Brent crude futures fell $1.63, or 1.5%, to $105.39 by 1100 GMT after climbing 2.3% on Friday. U.S. West Texas Intermediate (WTI) crude futures declined by $2.17, or 2.1%, to $102.62, paring a 2% gain from Friday.
The market was rattled by news that China had discovered its first case of a highly transmissible Omicron subvariant in Shanghai. New topics had jumped to 63 in the country’s largest city from 52 days earlier.
The discovery of the new subvariant and the highest number of daily new cases in Shanghai since May could lead to another round of mass testing, which would hurt fuel demand.
According to Commonwealth Bank commodities analyst Vivek Dhar, the market’s just responding to news flow, and China has grabbed the most attention so far.
The market remains jittery about plans by Western nations to cap Russian oil prices. Russian President Vladimir Putin warned that further sanctions could lead to “catastrophic” consequences in the global energy market.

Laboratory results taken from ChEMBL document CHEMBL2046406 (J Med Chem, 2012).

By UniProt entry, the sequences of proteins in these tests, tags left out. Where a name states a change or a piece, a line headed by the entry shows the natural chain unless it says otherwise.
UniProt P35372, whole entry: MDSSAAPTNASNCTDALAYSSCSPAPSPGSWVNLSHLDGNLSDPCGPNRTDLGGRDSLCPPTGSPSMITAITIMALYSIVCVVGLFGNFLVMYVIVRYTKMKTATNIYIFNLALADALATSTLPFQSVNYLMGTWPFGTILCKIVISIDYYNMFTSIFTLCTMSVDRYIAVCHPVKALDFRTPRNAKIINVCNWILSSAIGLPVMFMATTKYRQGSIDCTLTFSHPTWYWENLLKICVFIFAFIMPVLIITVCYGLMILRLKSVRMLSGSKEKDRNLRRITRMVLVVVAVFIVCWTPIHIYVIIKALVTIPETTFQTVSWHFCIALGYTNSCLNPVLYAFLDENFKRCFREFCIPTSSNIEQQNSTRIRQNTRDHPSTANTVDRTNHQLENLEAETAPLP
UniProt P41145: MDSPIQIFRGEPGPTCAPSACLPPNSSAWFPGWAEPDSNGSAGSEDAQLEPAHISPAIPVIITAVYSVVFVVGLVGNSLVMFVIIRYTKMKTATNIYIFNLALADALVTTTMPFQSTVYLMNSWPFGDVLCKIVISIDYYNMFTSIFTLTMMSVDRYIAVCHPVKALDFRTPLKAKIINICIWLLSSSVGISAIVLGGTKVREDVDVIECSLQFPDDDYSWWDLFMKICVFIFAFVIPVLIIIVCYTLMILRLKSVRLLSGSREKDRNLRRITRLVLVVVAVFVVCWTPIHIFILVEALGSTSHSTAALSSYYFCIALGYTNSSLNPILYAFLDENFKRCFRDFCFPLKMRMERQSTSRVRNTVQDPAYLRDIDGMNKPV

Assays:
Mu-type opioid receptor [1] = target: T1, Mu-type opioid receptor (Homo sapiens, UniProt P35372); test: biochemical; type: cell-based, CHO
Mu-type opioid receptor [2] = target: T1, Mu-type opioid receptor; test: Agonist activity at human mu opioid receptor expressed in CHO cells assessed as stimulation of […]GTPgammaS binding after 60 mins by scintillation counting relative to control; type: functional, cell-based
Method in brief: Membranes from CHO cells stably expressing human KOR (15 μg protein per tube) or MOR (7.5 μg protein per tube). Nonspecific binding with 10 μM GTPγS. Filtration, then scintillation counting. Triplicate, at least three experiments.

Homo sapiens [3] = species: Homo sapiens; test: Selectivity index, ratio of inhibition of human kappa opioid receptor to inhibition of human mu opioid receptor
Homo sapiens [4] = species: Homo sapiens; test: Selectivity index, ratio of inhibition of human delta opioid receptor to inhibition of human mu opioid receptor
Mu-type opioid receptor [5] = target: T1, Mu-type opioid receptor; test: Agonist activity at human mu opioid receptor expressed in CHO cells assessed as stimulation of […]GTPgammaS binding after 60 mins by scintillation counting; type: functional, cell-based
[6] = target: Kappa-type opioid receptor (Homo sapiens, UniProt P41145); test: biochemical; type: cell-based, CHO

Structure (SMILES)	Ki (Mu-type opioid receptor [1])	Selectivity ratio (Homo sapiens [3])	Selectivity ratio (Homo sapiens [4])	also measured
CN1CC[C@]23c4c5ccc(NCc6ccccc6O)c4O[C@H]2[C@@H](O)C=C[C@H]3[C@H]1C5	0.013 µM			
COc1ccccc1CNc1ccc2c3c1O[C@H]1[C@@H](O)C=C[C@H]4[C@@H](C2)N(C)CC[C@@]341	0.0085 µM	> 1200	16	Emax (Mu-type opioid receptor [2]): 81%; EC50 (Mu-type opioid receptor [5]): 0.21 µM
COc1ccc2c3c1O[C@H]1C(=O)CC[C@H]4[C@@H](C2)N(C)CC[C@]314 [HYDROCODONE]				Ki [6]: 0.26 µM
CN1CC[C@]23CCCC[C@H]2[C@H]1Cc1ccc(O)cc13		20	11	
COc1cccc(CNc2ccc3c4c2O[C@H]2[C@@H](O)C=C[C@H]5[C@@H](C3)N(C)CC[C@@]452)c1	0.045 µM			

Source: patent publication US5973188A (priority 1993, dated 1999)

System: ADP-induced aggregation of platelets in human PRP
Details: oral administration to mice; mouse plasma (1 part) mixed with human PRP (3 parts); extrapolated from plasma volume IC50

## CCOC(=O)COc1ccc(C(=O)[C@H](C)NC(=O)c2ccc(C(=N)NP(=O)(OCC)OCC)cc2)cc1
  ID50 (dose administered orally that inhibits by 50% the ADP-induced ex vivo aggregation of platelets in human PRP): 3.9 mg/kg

JP Morgan said the market was concerned about a potential halt to Russian supplies and a possible recession.
The bank said in a note that macro risks are becoming more two-sided. A 3 million barrel per day retaliatory reduction in Russian oil exports is a credible threat. If realized, it will drive Brent crude oil prices to roughly $190/bbl. On the other hand, the impact of substantially lower demand growth under recessionary scenarios would see the Brent crude oil price averaging around $90/bbl under a mild recession and $78/bbl under a more severe downturn.
Questions also remain about how long more crude will flow from Kazakhstan via the Caspian Pipeline Consortium (CPC).
Supply has continued so far on the pipeline, which carries about 1% of global oil, with a Russian court overturning an earlier ruling suspending operations there on Monday.